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Ixodes woyliei, the first new Australian Ixodes tick species discovered in more than 50 years. Image Credit: courtesy Murdoch University

New tick species facing extinction

  • BY AG Staff |
  • March 08, 2017

Researchers believe a newly discovered species of Australian tick is at risk of extinction due to its preference for one critically endangered marsupial.

SCIENTISTS HAVE DISCOVERED a new species of Australian tick, but believe it may already be facing extinction due to its preference for critically endangered woylies.

The researchers, from Murdoch University in Western Australia, collected ticks from the two remaining woylie populations in south western Australia and found 42 per cent of woylies with ticks hosted the new species, which has been named Ixodes woyliei

The researchers also looked at ticks on268 other marsupials in the same areas, including brushtail possums, western quolls and southern brown bandicoots, but only found the new tick species on two of the animals.

This is the first new Australian Ixodes tick species described for more than 50 years. 

The woylie, also known as the brush-tailed bettong, is endemic to Australia. While the marsupial once inhabited 60 per cent of the mainland, its numbers have crashed in the past decade.

Juvenile woylie

A juvenile woylie, or brush-tailed bettong. (Image: Sabrina Trocini/Murdoch University)

The researchers believe parasite infections may have played a role in the population decline, which is why they have been collecting data on woylie parasites such as ticks.

“When considering the critically endangered status of woylies, having undergone a 90 per cent decline in seven years, and the apparent host specificity of Ixodes woyliei, there is a very real risk of a future co-extinction event,” said Dr Amanda Ash from the parasitology research team at Murdoch University's School of Veterinary and Life Sciences.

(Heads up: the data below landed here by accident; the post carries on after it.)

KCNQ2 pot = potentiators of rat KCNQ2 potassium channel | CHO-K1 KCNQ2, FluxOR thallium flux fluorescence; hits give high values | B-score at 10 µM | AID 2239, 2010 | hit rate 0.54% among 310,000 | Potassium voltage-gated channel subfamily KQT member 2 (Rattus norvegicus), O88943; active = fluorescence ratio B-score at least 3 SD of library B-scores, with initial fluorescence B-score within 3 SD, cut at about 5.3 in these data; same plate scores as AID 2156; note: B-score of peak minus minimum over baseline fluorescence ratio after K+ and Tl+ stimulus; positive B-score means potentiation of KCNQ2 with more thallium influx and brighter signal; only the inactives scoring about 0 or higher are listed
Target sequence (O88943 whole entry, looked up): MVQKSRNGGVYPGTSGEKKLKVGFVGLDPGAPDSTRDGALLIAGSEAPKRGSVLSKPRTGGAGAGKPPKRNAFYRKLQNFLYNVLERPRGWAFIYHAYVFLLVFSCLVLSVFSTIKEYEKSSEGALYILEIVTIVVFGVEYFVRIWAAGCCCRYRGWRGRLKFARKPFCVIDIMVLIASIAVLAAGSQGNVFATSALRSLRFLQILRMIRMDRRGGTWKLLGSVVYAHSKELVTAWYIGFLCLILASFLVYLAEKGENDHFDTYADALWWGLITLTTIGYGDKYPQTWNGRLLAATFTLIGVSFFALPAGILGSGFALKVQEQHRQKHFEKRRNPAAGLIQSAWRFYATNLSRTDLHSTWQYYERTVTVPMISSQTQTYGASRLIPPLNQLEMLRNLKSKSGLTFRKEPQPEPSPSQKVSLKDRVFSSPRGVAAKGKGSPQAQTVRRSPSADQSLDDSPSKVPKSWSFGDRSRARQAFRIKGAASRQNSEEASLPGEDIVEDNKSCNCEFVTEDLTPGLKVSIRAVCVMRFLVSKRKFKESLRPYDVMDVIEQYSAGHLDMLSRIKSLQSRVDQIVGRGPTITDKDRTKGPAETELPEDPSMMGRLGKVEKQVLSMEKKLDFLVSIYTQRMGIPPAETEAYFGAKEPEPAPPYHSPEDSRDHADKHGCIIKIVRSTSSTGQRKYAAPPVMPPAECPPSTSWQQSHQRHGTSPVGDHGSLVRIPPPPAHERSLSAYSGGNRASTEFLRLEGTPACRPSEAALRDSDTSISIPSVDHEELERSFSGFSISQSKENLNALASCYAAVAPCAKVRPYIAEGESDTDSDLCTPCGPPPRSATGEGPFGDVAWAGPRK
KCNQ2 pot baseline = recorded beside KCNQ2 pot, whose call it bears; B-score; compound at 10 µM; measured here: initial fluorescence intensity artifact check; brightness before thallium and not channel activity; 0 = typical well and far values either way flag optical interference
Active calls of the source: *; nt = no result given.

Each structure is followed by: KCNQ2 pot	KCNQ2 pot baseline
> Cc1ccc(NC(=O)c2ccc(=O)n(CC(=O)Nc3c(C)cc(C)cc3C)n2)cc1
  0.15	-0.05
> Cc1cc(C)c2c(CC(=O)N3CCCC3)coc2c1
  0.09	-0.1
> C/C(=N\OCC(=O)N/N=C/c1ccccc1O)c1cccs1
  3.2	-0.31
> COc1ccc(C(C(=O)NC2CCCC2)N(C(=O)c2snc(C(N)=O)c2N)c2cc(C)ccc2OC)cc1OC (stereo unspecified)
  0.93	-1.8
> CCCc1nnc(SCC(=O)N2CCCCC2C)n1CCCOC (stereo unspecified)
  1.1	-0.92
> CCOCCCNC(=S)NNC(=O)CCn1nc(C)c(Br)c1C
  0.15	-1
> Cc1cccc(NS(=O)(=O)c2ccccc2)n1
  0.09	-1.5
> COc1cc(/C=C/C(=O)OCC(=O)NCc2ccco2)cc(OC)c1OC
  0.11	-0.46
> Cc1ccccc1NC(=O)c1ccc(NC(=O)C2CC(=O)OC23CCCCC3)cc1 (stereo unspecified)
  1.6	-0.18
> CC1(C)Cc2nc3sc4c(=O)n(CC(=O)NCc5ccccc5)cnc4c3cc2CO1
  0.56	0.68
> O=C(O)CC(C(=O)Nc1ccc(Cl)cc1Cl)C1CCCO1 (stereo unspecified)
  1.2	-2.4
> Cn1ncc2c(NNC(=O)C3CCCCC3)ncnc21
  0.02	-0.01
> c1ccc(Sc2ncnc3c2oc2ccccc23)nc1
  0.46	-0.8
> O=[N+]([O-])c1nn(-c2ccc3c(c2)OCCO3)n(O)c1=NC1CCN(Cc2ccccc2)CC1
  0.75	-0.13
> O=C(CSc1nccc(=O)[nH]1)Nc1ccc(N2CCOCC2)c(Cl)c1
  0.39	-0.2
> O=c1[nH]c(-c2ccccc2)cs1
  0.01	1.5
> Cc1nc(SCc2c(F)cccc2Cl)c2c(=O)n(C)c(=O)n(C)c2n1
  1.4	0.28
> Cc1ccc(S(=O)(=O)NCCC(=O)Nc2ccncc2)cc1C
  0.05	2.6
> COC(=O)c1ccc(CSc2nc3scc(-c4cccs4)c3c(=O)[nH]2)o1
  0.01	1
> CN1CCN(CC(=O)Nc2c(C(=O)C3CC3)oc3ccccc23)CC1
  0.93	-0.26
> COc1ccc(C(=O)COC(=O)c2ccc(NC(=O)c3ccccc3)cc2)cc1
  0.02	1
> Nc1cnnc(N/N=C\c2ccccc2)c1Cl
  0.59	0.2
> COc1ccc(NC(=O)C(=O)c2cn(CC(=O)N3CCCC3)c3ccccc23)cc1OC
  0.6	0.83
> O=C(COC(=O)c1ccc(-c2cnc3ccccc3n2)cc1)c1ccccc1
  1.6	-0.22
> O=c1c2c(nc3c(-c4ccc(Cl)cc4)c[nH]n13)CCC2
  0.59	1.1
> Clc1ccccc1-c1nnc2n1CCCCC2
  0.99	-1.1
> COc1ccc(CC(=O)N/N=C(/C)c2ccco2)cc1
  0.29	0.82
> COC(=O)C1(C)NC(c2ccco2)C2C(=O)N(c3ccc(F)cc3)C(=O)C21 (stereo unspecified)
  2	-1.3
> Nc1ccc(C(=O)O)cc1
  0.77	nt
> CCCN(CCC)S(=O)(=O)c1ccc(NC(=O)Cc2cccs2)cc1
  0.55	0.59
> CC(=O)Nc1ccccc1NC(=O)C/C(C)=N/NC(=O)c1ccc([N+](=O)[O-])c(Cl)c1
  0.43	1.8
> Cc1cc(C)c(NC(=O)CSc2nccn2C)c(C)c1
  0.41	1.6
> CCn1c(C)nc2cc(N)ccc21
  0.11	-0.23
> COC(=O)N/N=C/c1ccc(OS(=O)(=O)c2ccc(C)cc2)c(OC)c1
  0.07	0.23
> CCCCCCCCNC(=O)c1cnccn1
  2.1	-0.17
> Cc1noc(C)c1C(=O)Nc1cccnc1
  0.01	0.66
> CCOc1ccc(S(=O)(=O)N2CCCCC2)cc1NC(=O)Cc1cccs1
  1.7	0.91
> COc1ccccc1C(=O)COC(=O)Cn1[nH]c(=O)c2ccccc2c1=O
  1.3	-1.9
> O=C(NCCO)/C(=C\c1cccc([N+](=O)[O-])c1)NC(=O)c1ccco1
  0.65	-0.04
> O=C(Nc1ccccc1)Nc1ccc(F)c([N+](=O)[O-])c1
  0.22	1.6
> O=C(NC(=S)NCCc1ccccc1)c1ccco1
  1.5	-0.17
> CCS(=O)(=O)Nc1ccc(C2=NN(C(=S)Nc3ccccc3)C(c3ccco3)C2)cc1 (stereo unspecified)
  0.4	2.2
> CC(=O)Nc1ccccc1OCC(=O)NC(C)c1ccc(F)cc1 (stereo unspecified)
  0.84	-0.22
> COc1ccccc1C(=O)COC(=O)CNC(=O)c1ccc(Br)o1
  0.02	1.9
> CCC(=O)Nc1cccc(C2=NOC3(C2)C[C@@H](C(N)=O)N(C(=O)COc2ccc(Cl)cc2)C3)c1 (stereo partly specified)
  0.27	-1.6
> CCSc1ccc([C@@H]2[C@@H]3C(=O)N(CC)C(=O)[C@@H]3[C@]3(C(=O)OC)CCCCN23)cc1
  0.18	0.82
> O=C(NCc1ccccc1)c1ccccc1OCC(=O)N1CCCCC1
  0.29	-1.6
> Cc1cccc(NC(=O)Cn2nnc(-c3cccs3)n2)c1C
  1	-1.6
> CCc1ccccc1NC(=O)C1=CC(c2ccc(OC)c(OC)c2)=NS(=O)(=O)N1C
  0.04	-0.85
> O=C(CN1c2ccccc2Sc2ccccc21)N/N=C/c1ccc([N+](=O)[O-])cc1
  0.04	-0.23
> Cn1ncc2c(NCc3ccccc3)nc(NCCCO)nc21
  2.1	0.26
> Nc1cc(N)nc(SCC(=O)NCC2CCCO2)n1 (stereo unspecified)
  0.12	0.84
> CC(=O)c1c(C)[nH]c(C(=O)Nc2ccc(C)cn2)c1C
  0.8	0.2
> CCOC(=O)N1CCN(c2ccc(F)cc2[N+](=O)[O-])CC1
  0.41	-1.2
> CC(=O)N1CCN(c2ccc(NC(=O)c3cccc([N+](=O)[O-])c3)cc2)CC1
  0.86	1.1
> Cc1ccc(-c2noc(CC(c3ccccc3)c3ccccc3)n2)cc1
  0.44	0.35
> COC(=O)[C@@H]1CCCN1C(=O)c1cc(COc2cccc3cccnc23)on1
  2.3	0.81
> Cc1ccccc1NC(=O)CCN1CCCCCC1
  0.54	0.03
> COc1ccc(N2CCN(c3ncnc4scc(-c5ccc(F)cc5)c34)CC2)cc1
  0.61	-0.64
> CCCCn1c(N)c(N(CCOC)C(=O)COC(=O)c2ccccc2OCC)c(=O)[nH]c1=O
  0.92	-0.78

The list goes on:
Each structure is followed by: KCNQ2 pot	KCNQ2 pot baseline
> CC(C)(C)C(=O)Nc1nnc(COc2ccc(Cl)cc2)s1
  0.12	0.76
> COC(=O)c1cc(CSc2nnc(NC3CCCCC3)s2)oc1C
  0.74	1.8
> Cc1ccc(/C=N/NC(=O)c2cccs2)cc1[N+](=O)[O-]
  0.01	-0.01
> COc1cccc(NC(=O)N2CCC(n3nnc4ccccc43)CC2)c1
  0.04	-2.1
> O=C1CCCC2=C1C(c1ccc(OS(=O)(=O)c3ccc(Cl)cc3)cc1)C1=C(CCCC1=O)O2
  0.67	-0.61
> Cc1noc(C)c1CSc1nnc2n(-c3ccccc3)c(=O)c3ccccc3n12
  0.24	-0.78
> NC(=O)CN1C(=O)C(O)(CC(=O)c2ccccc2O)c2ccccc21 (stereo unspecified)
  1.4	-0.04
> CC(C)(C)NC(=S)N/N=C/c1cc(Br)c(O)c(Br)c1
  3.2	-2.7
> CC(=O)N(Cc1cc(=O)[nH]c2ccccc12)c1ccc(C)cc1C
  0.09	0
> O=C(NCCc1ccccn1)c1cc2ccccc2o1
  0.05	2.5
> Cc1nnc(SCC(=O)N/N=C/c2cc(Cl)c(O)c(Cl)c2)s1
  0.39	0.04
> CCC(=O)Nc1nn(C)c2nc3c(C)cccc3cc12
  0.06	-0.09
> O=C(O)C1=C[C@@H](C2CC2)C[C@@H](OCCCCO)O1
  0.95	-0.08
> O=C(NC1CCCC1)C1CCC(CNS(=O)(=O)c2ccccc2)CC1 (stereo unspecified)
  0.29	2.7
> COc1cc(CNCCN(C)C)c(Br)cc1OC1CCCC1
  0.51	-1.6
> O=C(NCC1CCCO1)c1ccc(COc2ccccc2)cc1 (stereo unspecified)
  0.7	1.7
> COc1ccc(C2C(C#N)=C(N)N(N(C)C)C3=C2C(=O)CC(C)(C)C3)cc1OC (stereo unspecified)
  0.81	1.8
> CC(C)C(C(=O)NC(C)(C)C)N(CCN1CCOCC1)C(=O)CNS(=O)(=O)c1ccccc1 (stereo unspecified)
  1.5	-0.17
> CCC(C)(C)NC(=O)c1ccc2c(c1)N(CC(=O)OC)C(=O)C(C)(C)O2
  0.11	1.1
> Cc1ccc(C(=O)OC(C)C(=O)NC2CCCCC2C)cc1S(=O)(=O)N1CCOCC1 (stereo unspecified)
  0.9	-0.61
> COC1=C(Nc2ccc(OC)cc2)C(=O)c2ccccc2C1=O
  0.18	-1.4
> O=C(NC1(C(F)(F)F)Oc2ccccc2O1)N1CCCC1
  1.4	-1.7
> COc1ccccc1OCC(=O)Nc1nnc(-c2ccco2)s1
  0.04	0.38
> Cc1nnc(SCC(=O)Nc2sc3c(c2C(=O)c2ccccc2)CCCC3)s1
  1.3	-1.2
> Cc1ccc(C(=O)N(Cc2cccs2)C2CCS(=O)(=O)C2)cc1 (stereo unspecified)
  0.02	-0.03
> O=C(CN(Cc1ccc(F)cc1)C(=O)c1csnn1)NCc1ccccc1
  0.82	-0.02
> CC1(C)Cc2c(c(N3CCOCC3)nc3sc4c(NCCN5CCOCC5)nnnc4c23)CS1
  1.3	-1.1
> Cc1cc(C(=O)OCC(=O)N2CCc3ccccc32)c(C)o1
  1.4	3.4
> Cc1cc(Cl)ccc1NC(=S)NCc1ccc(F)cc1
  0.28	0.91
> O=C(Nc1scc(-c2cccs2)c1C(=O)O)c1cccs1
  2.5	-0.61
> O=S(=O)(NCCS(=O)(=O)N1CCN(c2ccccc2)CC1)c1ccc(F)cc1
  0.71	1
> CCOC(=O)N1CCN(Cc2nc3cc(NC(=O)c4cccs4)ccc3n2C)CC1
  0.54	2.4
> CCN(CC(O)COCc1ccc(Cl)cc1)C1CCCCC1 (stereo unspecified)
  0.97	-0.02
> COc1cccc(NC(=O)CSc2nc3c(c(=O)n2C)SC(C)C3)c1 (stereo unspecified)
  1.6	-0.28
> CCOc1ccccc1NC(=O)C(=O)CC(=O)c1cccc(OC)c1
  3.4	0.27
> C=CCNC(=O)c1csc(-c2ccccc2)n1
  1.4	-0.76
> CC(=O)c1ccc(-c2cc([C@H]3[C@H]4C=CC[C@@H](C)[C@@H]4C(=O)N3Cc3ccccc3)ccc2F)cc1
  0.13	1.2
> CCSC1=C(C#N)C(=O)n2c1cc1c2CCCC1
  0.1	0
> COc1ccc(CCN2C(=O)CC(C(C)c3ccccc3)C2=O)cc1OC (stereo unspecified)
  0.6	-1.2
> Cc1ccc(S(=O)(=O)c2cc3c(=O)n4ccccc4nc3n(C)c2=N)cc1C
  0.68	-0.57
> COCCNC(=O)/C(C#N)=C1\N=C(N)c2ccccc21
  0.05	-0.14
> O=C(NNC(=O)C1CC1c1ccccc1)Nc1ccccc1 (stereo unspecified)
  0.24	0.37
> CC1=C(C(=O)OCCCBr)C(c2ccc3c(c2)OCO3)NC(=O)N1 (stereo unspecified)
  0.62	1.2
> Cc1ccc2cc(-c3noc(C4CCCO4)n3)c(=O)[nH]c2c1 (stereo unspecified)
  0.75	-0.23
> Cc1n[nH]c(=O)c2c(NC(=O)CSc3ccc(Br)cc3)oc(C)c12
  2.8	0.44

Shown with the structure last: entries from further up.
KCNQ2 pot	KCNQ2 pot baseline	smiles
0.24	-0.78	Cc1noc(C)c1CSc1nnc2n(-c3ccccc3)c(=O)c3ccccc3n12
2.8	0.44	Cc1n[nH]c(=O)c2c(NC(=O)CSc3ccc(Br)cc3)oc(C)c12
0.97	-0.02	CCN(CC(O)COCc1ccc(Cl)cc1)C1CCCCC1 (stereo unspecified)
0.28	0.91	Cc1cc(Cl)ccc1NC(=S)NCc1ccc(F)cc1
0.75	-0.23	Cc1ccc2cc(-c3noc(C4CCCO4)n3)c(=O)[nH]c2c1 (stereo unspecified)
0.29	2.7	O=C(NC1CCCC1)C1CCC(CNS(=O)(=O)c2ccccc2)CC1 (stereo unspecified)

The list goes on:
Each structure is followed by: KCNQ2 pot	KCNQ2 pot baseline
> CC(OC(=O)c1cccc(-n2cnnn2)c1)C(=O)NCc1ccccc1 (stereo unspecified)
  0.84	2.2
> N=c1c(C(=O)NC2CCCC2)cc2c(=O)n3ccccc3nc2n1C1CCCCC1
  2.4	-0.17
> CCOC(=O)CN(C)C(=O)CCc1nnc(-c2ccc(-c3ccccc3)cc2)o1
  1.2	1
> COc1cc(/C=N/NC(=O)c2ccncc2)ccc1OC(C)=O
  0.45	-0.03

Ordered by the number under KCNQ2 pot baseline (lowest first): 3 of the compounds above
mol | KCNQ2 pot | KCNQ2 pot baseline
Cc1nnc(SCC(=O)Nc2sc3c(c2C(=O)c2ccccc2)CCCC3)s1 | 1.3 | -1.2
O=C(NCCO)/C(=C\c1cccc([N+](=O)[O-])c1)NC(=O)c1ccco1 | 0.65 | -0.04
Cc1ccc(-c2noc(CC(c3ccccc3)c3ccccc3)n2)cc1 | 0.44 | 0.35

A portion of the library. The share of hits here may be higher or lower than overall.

While commonly considered a pest, Amanda said parasites such as ticks can in fact play an important role in conservation for host species, acting as "ecosystem engineers".

“As such, it is important to understand more about this host-parasite relationship," she said.

"Parasites can influence the behaviour of hosts, regulate population sizes and act as ecosystem engineers. So parasite extinction may have important impacts on how an ecosystem functions and can affect biodiversity,” she said.

Amanda said the transmission of the new tick species may be confined to the location of woylie nests, usually under grass trees, which would explain why the species is largely found on the endangered marsupial. This means the tick species could face extinction as a result of translocation events aimed at saving surviving woylie populations.

“Woylies are currently the focus of intense conservation management strategies involving the frequent and wide scale translocation of the species across Australia. Some translocation protocols involve treatment for parasites, with ticks eliminated,” she explained.

However, the species has been found on woylies at Karakamia Wildlife Sanctuary, suggesting they can survive translocation under the right conditions. "But more research is required to understand this relationship fully,” she said.

The research was published in the journal Parasites and Vectors.

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